Thursday, September 17, 2015
Wednesday, September 16, 2015
Metatarsal Stress Fracture
This is a small crack in one of the metatarsal (toe) bones, usually the 2nd or 3rd toe, and typically occurs in runners. There will be point tenderness over the area on examination. Treatment is rest for 6 weeks and using shoes with good arch support.
Navicular Stress Fracture
This is a tricky fracture of the upper bone in the foot called the navicular bone that occurs in athletes in running sports. They complain of vague, non-localizing pain at the dorsum (top) of the foot. These do not show up on imaging right away, so after a few weeks an MRI may be needed to make the daignosis. Treatment is casting and immobilization for 8 weeks
Calcaneal Stress Fracture
Fracture of the heel bone. Occurs in athletes engaging in running sports, and is characterized by pain in the heel with walking or running. Pain can be elicited on exam by squeezing the heel bone. Imaging may be needed to make the diagnosis, and treatment is 8 weeks of immobilization.
Inflammation of the bottom of the Achilles tendon where it attaches to the heel bone (calcaneus). It occurs in prepubescent boys, during exercise, in both lower legs. The treatment is RICE and shoes with good arch support, and will heal in about 2 months.
Athletes will report morning heel pain after several hours of rest or during the first few steps of the day. The treatment is rest, and pain is gone after about 6 months.
Tuesday, September 15, 2015
Sunday, April 26, 2015
Thinking about having a baby?
Ever wonder what happens in the newborn nursery?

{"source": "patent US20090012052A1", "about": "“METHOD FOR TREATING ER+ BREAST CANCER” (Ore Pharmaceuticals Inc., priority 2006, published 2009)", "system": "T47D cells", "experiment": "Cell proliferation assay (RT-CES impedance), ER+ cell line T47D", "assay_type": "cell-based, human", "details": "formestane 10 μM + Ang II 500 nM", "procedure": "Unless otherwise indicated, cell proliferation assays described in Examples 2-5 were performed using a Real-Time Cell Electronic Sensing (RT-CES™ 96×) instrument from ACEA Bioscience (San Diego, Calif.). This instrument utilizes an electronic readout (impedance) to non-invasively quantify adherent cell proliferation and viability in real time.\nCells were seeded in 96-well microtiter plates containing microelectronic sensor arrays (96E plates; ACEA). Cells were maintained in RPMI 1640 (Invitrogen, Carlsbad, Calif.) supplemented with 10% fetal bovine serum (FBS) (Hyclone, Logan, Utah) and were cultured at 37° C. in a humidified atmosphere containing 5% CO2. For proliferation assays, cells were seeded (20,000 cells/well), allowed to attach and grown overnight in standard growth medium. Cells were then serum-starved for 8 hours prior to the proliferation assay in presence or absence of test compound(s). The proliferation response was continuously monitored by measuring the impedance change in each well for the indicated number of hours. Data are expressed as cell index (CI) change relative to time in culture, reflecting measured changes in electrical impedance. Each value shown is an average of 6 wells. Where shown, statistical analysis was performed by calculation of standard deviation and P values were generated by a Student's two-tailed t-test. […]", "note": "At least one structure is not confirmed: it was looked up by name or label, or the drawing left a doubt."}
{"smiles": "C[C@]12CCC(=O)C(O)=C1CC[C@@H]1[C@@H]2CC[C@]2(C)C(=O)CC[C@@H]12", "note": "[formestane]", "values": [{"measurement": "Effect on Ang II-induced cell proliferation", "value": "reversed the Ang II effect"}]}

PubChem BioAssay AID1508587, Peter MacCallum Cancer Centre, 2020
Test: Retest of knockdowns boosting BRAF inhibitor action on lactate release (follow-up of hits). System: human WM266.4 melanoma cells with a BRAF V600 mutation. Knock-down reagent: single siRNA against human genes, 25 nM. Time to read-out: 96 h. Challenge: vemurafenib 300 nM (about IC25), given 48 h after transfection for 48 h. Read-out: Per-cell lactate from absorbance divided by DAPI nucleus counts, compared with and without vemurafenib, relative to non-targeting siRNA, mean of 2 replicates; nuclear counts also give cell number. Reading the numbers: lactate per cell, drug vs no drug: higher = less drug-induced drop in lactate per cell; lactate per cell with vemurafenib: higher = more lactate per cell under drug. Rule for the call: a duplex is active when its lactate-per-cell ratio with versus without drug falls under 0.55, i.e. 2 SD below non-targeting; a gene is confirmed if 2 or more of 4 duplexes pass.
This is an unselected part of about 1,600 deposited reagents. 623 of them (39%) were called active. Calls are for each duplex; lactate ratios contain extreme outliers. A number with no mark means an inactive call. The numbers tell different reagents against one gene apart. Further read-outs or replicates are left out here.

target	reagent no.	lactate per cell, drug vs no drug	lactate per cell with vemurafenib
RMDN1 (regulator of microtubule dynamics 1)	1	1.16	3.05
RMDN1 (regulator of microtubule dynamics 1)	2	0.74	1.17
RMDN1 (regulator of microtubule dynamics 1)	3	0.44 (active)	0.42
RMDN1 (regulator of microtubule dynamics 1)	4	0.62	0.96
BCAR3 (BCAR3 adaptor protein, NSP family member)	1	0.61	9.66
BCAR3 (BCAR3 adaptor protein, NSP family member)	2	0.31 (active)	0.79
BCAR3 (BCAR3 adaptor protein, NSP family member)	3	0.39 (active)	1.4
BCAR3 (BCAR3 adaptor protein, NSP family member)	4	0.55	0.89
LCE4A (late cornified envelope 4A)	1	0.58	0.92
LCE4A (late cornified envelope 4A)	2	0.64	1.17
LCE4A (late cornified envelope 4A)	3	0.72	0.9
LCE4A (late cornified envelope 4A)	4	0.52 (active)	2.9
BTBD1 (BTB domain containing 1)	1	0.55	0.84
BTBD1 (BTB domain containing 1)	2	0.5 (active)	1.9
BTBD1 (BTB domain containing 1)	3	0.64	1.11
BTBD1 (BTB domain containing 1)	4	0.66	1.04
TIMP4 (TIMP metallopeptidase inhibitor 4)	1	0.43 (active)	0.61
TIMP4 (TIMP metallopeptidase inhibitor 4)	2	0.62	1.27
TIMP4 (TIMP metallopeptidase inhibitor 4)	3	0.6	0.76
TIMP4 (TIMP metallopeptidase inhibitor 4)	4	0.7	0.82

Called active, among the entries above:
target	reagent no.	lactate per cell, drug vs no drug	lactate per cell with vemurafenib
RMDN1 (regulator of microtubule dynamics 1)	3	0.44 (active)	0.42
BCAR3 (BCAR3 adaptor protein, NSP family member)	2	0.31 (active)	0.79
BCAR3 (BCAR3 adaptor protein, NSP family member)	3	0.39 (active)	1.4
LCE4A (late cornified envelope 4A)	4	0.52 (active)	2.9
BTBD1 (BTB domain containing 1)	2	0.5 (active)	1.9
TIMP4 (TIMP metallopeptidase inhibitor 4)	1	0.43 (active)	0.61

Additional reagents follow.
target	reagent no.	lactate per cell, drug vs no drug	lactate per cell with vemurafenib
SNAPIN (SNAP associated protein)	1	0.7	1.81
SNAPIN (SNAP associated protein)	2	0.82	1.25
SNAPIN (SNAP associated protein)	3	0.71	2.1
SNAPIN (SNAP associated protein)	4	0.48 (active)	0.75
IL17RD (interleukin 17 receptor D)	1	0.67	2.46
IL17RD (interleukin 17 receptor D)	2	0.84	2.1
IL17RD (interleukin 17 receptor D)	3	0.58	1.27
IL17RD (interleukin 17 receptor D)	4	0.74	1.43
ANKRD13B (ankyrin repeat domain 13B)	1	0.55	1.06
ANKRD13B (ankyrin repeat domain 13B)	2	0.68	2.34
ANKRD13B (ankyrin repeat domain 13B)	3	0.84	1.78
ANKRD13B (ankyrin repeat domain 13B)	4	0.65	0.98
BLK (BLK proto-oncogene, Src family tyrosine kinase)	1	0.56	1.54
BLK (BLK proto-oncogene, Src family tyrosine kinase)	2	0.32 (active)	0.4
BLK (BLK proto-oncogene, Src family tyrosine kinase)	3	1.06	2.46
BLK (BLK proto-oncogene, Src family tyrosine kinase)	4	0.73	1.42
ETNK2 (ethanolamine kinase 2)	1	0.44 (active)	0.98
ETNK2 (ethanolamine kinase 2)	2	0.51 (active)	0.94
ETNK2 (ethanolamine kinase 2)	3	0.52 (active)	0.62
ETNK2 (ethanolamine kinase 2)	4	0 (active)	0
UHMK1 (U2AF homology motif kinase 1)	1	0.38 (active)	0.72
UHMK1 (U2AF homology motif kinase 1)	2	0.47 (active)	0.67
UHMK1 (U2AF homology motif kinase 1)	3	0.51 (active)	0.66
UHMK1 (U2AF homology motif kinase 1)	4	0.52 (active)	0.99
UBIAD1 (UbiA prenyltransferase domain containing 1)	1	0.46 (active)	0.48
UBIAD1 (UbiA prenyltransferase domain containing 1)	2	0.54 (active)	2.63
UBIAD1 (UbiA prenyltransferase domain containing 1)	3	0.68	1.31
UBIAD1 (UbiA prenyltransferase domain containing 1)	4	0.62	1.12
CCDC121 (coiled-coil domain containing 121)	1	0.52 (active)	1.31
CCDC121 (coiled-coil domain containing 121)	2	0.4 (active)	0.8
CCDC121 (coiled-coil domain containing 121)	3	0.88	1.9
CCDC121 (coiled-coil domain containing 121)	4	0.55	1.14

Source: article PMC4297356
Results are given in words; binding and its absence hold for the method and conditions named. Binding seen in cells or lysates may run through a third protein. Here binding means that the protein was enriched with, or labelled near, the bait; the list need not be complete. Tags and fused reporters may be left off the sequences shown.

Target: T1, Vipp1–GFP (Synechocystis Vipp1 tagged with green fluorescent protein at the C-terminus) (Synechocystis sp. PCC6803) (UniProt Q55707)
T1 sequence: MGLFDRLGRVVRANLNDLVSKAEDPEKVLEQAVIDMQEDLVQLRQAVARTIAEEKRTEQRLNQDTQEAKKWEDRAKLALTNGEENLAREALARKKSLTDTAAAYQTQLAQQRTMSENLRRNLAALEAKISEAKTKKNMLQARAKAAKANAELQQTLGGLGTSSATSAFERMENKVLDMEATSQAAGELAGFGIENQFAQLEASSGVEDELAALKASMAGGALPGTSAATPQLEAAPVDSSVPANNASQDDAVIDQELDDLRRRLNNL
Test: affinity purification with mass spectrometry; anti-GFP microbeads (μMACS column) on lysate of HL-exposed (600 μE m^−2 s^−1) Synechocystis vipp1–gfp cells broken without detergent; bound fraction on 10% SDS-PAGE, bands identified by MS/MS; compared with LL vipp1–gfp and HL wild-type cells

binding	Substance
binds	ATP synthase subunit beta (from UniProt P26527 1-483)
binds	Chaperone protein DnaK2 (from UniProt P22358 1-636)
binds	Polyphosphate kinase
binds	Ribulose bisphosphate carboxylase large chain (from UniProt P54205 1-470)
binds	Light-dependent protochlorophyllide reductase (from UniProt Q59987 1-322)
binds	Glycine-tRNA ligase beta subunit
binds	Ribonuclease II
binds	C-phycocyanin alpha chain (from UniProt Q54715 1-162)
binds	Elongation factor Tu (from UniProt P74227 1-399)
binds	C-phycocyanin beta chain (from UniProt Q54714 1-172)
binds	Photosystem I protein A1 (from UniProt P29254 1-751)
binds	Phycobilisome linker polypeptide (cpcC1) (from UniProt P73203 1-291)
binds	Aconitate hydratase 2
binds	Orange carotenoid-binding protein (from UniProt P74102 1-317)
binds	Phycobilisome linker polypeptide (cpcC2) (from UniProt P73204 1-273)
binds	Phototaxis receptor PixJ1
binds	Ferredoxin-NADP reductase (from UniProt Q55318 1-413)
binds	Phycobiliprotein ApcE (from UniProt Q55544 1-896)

Multiple factors affect the care of a newborn in the first 48 hours. Here are just a small number of scenarios encountered and managed by pediatricians in the nursery:
Small for gestational age (SGA): <10th percentile for weight. If no apparent reason for the small weight (maternal hypertension or tobacco use), the urine is tested for infection (cytomegalovirus) and drugs. If the infant is below 2500 grams (5.5 pounds), a car seat evaluation is performed (to ensure infant can breathe well while in the car seat) and breastfeeding may be supplemented with a high-calorie formula. A blood test is performed to check hemoglobin levels.
Large for gestational age (LGA): >90th percentile for weight. The biggest concern is polycythemia (or too much blood), so a blood test is performed to check the hematocrit.
Preterm: Very premature infants go to the NICU for intensive care. The babies just under 37 weeks, however, can stay in the nursery. There, as with SGA , a car seat evaluation may be performed and breastfeeding may be supplemented with a high-calorie formula. A blood test is performed to check hemoglobin levels.
Meconium-stained amniotic fluid: The infant’s first stool is accidently passed into the amniotic fluid before delivery. The consistency ranges from thin to thick. This can be dangerous if the infant inhales the material during his or her first breath, resulting in respiratory distress known as meconium aspiration syndrome. A resuscitation team will be present in case this happens and will perform deep suctioning to remove it.
Chorioamnionitis: Infection of the amniotic fluid that the fetus lives in. A maternal infection, defined as fever of 100.4 degrees or greater along with other signs, could cause this fluid to get infected, which is potentially deadly for the infant. Blood tests are drawn to check for signs of infection in the baby. Antibiotics are started prophylactically. The tests are repeated at 36 hours of life.
Breastfeeding is always encouraged in infants. Most babies turn out just fine, but it's good to always be prepared.